Southern Writing

You try to warn them. You do. “This stuff has a lot to answer for …

Your brain on cursive

…like fast women, hot cars, liquor and Satan,” you say. “Don’t make the same mistake as me … the same mistake a lot of us made.  It puts the whole society on a slippery slope down the road to ruin. Find another way, kid … or you’ll end up like me.”

But kids often don’t listen. (I didn’t.) And the opposition is more organized … has more money.

So you pray the situation gets better. It hardly ever does though and soon, somebody starts asking questions. You just hope the Feds don’t get involved.

I call your attention to a recent dustup in the schools. Along with proposed closings, reduced budgets and what’s really in the mystery meat served in the cafeteria, an ongoing issue is “should we still teach cursive handwriting?”

You remember cursive: that  high-concept  concoction of fancy loops, flared lines and dangerous curves promulgated by second grade teachers to confound innocent children … about the difference between a “Q” and a “2 or between a “D” and an “O” or an “m” and an “n”. ___________________________________________________

In our collective psyche, we all know the dangers of cursive.  Especially trying to write it.“I’m different … no problemo,” one says to oneself.  Then comes the downward spiral into inevitable illegibility. Afterwards comes the wondering, the cursing, the crying, the missed opportunities…and the regret.  “If only I hadn’t …”:

“Will, what the $%^&$ does this %^&*$ message say?” “Heck, Booger, I dunno.  Beats me. Can’t tell what I wrote down myself. Sorry, fella. Good luck.”

Or,“Who took this message? I bet it was that darn Cantrell. Was it ‘Sammy’ who called, or was it ‘Sonny’? Can’t tell by looking at this $%^&*.

There’s an evil, more sinister side to cursive too. Its been complicit in the centuries old conspiracy by doctors and pharmacists in the distribution of behind the counter drugs.  (I refer you to Dr. Goodman’s last script.)  The stuff has also been used by every co-worker, who ever lived to cleverly conceal the true identity of who actually called “While You Were Out.” ___________________________________________________

The writer’s own handwriting has been evaluated as “ … a sorry bunch of miserable scribbles and pathetic scratch marks made by someone who must have been raised by wolves.”  This description was offered by a secretary, who was, at the time, threatening bodily harm over the issue. (I summarily purchased a dictation machine. The caper would’ve worked too, except the contraption was bogarted by a corporate higher up, his scrawls being worse than my own.)

My own troubles started early. In addition to railing against “ …Satan, Godless communism and that sexpot, Marilyn Monroe,” the nuns at St. Kennedy’s Catholic elementary school spent endless hours drilling us on the theory of three humped “Ms,” properly looped “Js” as well as “Qs,” and “2s” that looked so remarkably alike they could have been at least fraternal twins.  “2 + Q = 4,” one concluded!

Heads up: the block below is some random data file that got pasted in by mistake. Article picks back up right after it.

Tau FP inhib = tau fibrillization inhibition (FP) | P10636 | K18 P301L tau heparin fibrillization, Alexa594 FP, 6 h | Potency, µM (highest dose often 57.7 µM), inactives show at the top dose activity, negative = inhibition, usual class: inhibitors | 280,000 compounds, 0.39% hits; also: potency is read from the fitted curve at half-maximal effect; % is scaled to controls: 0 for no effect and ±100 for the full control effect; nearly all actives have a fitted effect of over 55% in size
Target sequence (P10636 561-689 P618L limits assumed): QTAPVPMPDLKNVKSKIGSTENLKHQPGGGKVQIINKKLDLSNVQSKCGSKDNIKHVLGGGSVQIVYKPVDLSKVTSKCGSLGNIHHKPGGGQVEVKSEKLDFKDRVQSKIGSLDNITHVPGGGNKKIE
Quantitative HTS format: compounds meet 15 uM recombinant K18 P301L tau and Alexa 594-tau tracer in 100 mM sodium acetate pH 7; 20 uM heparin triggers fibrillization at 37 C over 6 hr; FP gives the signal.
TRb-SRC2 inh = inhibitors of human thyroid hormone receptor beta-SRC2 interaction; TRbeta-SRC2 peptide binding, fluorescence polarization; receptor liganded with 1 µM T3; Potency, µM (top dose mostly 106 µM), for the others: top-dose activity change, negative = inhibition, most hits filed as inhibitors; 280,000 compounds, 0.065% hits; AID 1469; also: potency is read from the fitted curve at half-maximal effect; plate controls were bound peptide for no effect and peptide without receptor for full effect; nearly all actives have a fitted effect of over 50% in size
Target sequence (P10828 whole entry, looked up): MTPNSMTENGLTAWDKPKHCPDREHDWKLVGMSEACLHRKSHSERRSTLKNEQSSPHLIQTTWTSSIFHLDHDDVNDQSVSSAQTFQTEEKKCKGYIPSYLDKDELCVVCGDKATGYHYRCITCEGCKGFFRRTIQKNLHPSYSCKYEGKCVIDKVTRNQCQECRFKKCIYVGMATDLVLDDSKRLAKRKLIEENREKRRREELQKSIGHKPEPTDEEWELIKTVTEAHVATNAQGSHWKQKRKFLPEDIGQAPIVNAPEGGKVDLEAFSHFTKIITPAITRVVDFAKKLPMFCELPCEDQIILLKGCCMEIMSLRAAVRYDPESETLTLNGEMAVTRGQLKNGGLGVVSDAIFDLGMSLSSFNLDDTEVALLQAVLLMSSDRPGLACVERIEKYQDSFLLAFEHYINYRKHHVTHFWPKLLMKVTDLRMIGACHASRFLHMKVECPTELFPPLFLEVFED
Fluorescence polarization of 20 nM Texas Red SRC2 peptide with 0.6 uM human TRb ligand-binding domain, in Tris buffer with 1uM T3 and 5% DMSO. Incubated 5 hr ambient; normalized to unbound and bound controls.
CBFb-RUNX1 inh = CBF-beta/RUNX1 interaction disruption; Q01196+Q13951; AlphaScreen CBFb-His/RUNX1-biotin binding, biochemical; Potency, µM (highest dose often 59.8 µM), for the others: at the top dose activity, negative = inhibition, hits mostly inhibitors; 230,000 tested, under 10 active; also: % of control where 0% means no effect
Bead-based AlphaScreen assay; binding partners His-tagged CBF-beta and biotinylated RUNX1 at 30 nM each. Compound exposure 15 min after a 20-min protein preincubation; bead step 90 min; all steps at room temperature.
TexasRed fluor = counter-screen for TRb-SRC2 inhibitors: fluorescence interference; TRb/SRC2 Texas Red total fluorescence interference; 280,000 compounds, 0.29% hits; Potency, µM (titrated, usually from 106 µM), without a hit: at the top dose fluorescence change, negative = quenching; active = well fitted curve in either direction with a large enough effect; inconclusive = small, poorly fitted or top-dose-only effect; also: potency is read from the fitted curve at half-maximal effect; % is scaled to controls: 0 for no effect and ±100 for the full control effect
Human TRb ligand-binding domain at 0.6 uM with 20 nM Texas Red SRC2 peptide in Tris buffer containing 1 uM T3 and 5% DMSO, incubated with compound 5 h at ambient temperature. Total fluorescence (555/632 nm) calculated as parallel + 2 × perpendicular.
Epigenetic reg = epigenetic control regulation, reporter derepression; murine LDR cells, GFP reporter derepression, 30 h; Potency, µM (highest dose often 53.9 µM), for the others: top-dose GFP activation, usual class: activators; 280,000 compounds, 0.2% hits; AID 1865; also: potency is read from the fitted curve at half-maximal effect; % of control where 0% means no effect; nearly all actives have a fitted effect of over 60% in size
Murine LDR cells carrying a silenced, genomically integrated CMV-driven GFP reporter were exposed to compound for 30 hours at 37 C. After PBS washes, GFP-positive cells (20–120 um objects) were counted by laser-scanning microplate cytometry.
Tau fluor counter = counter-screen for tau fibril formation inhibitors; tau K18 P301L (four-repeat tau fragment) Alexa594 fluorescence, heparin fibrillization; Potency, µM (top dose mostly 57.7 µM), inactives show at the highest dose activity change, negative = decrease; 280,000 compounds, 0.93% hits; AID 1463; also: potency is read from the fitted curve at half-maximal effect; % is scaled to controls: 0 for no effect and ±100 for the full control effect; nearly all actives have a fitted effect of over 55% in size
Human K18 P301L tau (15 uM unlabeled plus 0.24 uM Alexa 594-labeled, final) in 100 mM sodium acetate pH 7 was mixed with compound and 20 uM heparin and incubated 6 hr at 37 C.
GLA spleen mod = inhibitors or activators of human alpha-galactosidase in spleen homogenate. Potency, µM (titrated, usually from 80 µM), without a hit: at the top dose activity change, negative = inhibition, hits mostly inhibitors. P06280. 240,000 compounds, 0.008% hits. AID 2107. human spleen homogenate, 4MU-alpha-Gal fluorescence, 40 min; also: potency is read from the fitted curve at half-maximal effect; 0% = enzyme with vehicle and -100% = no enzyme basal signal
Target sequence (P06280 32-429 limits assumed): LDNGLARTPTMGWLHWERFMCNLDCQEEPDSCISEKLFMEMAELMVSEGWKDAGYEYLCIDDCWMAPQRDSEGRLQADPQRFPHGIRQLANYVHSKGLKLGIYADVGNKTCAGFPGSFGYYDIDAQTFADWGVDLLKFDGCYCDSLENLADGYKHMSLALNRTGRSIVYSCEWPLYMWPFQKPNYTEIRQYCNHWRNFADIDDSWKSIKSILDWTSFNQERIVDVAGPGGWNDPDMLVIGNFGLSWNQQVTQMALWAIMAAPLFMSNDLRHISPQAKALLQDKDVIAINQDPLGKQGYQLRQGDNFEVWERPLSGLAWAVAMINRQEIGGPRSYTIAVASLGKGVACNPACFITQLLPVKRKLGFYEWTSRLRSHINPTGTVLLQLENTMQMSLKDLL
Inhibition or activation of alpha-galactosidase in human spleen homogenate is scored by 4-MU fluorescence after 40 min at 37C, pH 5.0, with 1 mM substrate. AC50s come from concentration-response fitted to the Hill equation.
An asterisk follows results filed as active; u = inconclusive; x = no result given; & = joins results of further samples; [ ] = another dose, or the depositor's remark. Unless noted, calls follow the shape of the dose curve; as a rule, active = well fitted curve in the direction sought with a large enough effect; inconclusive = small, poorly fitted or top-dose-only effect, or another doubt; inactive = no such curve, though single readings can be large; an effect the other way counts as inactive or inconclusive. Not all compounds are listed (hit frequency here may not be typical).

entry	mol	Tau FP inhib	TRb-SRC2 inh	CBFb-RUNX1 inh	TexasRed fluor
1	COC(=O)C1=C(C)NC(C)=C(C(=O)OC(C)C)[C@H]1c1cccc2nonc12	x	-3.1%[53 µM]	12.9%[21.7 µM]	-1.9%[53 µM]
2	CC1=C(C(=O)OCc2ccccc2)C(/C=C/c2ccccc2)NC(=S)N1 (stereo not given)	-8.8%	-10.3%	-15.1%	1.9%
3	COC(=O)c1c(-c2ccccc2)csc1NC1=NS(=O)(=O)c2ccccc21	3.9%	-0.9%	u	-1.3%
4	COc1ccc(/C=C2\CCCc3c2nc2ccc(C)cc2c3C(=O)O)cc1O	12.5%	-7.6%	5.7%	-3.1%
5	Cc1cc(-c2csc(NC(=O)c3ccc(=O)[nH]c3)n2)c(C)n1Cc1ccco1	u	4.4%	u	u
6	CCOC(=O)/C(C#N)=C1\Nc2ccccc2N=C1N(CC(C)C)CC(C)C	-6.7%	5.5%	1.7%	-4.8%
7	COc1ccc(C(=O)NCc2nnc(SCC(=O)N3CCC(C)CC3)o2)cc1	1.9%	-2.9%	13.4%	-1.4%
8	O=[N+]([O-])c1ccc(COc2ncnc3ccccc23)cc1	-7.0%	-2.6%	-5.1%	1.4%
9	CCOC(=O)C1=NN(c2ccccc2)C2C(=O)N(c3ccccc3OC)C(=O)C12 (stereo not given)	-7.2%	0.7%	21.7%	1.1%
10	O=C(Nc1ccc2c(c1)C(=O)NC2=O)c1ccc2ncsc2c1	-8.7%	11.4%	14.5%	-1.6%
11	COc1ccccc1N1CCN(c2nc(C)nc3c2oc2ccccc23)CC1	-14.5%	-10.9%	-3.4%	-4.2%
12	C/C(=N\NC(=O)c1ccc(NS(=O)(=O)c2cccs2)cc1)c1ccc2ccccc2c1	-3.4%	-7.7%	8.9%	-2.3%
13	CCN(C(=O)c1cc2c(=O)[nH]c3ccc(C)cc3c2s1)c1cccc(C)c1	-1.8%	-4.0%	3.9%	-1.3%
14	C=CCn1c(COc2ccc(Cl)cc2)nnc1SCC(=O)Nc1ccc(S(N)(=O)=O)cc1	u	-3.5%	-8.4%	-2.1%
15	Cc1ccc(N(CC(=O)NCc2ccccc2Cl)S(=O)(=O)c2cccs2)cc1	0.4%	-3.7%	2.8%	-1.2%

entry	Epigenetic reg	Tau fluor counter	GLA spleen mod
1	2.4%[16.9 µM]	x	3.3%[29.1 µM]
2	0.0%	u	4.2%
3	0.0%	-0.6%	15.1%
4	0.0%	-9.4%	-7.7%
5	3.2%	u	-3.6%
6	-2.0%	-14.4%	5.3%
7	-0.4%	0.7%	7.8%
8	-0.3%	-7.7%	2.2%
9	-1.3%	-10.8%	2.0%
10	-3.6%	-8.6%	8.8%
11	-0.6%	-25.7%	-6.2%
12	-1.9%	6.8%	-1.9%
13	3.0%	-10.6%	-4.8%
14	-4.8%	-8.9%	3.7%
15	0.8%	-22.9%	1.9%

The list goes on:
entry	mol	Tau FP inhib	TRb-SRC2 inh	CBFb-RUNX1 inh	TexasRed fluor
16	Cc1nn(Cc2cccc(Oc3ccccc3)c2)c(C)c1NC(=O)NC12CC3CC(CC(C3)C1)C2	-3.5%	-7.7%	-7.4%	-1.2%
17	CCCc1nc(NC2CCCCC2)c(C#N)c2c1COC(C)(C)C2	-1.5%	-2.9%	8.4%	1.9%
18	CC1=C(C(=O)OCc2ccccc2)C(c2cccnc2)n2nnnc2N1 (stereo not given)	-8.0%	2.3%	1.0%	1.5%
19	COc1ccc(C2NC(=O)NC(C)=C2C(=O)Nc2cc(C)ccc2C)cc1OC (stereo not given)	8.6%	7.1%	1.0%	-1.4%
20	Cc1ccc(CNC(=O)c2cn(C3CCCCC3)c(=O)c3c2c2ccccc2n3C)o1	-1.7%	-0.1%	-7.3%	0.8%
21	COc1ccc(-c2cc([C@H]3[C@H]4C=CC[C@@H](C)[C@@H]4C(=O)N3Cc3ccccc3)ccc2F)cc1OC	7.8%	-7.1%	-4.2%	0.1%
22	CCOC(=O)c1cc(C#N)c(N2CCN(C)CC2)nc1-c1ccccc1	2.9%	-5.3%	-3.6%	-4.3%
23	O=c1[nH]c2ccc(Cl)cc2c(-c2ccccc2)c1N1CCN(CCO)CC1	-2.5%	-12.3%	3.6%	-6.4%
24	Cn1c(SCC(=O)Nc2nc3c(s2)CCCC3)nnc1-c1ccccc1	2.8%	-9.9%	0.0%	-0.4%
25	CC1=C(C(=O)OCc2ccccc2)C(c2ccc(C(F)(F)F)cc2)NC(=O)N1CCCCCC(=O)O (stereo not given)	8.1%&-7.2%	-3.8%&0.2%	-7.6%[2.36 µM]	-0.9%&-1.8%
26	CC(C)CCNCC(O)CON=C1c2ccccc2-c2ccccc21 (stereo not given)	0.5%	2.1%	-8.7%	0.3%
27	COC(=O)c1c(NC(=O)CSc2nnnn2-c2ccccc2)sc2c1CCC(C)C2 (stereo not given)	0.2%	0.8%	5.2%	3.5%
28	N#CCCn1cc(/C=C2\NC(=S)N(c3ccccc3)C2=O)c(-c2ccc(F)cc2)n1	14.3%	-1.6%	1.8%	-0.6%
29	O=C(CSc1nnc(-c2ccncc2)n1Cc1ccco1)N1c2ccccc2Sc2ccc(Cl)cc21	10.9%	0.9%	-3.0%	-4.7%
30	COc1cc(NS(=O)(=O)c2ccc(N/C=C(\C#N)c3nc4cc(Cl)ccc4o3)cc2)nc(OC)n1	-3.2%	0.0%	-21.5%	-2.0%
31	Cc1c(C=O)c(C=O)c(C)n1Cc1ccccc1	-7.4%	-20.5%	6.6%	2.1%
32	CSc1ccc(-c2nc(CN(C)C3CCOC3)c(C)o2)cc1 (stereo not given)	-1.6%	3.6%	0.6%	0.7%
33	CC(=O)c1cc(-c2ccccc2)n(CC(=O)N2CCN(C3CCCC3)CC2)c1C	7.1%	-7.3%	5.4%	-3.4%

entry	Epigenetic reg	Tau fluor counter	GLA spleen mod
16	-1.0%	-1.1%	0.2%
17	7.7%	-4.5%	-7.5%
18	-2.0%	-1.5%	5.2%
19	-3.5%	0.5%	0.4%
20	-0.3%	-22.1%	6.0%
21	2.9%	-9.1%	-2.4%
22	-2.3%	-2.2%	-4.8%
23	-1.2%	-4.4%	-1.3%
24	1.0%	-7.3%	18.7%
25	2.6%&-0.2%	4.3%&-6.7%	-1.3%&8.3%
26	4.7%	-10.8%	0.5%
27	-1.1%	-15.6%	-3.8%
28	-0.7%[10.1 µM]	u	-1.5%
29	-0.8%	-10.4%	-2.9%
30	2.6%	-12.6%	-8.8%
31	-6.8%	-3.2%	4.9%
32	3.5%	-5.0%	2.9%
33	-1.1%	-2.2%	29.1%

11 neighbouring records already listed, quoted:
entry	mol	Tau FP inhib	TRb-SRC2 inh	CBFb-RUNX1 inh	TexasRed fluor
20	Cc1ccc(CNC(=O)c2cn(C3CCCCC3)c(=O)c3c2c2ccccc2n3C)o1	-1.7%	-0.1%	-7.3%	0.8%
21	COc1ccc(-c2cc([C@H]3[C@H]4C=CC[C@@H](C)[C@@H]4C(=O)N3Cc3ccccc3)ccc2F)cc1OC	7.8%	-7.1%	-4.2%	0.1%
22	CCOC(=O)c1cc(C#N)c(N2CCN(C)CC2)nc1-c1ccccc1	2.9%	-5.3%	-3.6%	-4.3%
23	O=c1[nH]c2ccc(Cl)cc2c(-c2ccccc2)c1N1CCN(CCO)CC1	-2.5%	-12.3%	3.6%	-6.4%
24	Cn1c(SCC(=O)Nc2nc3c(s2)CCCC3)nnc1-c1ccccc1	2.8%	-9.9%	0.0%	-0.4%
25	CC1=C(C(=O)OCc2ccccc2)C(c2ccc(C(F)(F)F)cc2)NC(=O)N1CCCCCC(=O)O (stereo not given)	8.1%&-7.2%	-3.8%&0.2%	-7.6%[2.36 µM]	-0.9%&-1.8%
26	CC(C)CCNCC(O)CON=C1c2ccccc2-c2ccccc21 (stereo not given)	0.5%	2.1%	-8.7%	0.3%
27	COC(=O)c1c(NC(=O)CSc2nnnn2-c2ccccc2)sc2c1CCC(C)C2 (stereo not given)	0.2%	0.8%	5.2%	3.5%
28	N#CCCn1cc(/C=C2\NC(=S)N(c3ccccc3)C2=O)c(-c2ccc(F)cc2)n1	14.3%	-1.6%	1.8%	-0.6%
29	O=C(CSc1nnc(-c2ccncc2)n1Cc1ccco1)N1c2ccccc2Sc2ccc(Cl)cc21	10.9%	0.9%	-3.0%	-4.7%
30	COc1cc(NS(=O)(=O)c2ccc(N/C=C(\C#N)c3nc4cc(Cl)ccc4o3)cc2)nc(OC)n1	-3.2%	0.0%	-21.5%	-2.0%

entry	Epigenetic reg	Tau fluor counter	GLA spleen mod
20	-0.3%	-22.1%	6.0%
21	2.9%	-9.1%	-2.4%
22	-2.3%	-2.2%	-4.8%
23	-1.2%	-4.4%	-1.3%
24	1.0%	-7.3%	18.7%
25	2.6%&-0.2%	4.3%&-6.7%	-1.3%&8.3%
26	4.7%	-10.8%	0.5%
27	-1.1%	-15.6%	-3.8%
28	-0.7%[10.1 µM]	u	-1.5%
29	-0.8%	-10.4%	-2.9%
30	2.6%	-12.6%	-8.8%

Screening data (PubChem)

In the Gospel According to Nuns, penmanship and salvation are ruthlessly intertwined.  Our sisters even told the legend of how Moses, on his way back from Mt. Sinai, stumbled to the ground, shattering a third stone tablet. Written in hieroglyphics, it contained an Eleventh Commandment which said “Thou Shall Write Real Good!”

Obsessive and relentless in teaching the dark art, the nuns used rhymes, repetition, orchestral accompaniment, calisthenics and fear tactics. Something known among left-wing Progressives as Writing Rehab, but known among children as ‘After School Detention’ was also a technique. The latter required young culprits to write 500 times , “I must not write bad words on the bathroom walls.” In cursive, of course.

Sadly, today, I remain a marginally functional hand-writer, an owner of a signature that often elicits a painful shriek from the receiver (“What the …!”)  something said to remind one of what surely must be Egyptian lower-glyphics.  I necessarily conclude that cursive is intended for use by high performance nuns, 17th century Puritans, Michelangelo and a few show-offs with too much time to kill. ___________________________________________________

On the Matter of Cursive in the schools, ‘Just Say NO!” Schools are where the problems begin. Remove it, where never again can it frustrate unsuspecting children or decent, law-abiding adults. Of course, when you just say no, PLEASE  PRINT.

Lastly, on the matter of that message that you took for me, “While I Was Out”: is that thing next to the “l” , an “S” or a “5”?

© Copyright 2011 Will Cantrell

Will Cantrell

Will Cantrell

Will Cantrell (a pseudonym) is a writer, storyteller, and explorer of the milieu of everyday life. An aging Baby Boomer, a Georgia Tech grad, and a retired banker, Cantrell regularly chronicles what he swears are 'mostly true'  'everyman' adventures. Of late, he's written about haircuts, computer viruses, Polar Vortexes, identity theft, ketchup, doppelgangers, bifocals, ‘Streetification’, cursive handwriting, planning his own funeral and other gnarly things that caused him to scratch his head in an increasingly more and more crazy-ass world.   As for Will himself, the legend is at an early age he wandered South, got lost, and like most other self-respecting males, was loathe to ask for directions. The best solution, young Will mused, “was just to stay put”. All these years later, he still hasn't found his way but remains  a son of the New South. He was recently sighted somewhere close to I-285, lost, bumfuzzled and mumbling something about “...writing' his way home.” Of course, there are a lot of folks who think that “Cantrell ain't wrapped too tight” but hope that he keeps writing about his adventures as he finds his way back to the main highway.